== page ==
Frank and Sandy Sullivan, for instance, have mastered the Disney strategy in the 20-plus years they've been visiting the park. The Hauppauge couple only goes in the off-peak seasons - fall, winter and early spring, excluding holidays and school breaks - to minimize the hassles of crowds. They stay only at hotels and other accommodations owned by Disney so they spend less time getting to the parks. And they always rent a car so they can see what they want when they want without having to wait for a tram.
Even after more than 75 visits to Walt Disney World, the experience is still magical for the couple. ("When I saw Cinderella's Castle for the first time, I started crying," Sandy recalls.) The Sullivans continue to go at least twice a year, even though their boys, who first visited Disney World when they were 3 and 5, are now grown.
"We hardly go on the rides anymore," says Sandy, 57. "We just go to enjoy the scenery and relax."
They also try to catch one of parks' many shows, such as Mickey's PhilharMagic and the Hoop-De-Doo Musical Revue, and to treat themselves to dinners at the resort's finest restaurants. Besides visiting all four Disney theme parks (Magic Kingdom, Epcot, Disney-MGM Studios and Animal Kingdom), the Sullivans have golfed at all six Disney World courses and taken three Disney cruises.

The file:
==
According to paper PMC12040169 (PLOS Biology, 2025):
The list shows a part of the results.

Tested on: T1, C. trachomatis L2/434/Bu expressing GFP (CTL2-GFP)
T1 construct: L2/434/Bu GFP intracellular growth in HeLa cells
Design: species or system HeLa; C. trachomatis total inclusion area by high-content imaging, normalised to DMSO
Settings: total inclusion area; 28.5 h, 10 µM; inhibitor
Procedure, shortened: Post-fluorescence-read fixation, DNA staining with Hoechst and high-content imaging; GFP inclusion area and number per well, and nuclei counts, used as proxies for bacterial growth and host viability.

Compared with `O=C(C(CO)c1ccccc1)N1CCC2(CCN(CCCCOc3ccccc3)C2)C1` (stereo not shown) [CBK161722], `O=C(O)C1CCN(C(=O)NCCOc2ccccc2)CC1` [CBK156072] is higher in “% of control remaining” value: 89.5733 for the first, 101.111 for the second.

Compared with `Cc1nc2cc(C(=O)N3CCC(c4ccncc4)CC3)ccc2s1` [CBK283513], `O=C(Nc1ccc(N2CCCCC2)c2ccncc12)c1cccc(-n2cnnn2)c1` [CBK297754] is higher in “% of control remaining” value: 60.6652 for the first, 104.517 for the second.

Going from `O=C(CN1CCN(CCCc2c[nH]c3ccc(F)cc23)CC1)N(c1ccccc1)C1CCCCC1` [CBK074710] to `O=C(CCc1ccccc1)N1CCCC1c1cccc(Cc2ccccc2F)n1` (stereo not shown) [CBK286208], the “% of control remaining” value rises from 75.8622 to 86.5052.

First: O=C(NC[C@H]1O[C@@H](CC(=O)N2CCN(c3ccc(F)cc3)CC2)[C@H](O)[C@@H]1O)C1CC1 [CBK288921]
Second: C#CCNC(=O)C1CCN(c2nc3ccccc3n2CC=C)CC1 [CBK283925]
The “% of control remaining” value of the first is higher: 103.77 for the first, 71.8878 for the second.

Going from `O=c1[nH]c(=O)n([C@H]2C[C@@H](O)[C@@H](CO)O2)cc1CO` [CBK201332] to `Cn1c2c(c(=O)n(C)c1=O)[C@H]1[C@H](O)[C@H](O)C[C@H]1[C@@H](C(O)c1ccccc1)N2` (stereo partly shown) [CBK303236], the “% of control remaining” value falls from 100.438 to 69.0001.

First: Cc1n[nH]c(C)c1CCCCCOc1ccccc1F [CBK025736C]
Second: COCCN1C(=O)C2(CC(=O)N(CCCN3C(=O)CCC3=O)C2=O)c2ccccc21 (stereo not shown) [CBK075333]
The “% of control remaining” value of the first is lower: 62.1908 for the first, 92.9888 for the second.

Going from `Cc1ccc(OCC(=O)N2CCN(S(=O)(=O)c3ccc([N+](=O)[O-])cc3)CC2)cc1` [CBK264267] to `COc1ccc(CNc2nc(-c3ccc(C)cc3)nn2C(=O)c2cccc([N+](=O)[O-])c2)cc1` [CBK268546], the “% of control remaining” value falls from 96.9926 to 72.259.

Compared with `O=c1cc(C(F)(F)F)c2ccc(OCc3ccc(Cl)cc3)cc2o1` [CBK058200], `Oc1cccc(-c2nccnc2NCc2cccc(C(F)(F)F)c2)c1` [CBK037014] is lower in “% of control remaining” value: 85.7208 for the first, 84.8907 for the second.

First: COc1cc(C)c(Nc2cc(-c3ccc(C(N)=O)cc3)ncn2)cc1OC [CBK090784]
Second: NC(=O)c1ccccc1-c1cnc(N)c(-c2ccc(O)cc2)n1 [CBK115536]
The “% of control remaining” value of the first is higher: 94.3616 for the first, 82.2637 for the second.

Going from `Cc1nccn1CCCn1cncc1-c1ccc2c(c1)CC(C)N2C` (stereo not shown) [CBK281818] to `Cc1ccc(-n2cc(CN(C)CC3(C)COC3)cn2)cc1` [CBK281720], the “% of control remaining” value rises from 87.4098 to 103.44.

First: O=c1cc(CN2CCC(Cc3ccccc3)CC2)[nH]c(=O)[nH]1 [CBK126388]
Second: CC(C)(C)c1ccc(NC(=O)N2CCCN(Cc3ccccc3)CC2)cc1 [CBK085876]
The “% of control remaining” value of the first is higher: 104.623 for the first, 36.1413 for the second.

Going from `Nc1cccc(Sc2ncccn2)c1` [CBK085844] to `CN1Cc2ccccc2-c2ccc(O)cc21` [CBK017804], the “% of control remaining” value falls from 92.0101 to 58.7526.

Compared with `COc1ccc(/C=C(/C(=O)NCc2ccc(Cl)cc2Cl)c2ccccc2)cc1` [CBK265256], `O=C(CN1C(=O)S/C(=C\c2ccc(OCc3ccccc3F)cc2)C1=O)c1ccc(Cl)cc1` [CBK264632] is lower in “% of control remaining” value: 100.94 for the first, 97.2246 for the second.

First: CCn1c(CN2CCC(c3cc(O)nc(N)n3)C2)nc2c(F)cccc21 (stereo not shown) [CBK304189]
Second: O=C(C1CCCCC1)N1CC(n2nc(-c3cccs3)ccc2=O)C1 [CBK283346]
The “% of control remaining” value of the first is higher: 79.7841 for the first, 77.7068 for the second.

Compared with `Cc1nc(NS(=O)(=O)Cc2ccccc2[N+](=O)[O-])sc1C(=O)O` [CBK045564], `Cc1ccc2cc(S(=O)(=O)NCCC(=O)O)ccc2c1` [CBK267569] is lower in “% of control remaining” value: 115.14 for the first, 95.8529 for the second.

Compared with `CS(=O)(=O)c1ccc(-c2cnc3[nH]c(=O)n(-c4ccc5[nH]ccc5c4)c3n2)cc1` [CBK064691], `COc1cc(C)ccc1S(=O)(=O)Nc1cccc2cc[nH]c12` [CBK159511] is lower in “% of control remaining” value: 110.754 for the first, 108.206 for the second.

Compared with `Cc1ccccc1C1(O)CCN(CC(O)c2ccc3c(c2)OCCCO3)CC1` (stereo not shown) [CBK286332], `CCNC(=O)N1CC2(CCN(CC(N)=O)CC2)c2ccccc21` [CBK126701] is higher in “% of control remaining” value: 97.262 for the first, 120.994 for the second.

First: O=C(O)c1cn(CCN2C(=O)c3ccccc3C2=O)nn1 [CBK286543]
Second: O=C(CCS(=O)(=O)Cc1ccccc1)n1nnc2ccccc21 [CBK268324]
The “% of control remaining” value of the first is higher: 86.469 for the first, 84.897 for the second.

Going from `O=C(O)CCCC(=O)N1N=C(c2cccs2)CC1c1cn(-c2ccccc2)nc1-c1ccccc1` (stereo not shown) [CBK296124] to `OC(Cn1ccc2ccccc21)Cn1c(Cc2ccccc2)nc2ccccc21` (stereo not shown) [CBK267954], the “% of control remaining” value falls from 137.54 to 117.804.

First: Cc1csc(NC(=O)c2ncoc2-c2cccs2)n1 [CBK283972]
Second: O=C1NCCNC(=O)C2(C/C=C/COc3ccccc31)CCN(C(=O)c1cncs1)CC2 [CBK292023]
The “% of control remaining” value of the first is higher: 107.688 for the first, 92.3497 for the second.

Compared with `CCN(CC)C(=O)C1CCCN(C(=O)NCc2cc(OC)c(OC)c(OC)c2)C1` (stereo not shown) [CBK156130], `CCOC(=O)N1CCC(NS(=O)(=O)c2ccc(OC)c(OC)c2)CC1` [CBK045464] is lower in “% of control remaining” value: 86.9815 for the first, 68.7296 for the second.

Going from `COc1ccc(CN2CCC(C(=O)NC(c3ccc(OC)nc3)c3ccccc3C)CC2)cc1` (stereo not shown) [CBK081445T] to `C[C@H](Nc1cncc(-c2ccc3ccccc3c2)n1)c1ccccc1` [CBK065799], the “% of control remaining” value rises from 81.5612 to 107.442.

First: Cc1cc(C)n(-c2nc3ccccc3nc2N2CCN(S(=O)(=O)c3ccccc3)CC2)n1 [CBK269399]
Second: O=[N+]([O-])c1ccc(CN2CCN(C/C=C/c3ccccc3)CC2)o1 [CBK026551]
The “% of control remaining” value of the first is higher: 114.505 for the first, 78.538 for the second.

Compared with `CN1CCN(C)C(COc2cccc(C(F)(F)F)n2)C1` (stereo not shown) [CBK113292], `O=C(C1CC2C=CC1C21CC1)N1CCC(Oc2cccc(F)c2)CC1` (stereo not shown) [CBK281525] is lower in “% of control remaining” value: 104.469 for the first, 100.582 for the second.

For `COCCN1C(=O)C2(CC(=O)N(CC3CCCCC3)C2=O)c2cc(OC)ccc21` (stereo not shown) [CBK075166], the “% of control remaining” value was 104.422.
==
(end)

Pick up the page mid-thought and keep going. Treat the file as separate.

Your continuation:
The holidays are particularly special at the resort, Sandy says. "Anytime after Thanksgiving, the parks and hotels are all decorated for Christmas, and it's awesome," Sandy says.
Christmas comes up frequently among Disneyphiles.
Roy and Joan Erni of St. James have visited Disney World 40 to 50 times and note the Candlelight Processional at Epcot, during which the Christmas story is told with the help of a celebrity narrator, a full choir and a 50-piece orchestra.
"It's just beautiful," says Joan, 47, whose favorite narrator is actor Gary Sinise.
Beyond Christmas, the Ernis have visited Disney World for all kinds of events and holidays - the annual Food & Wine Festival at Epcot, Mickey's Not-So-Scary Halloween Party and Mother's Day. But the one they never miss is spring training, when the couple can catch a game between the Atlanta Braves and the New York Mets at Disney's Wide World of Sports Complex.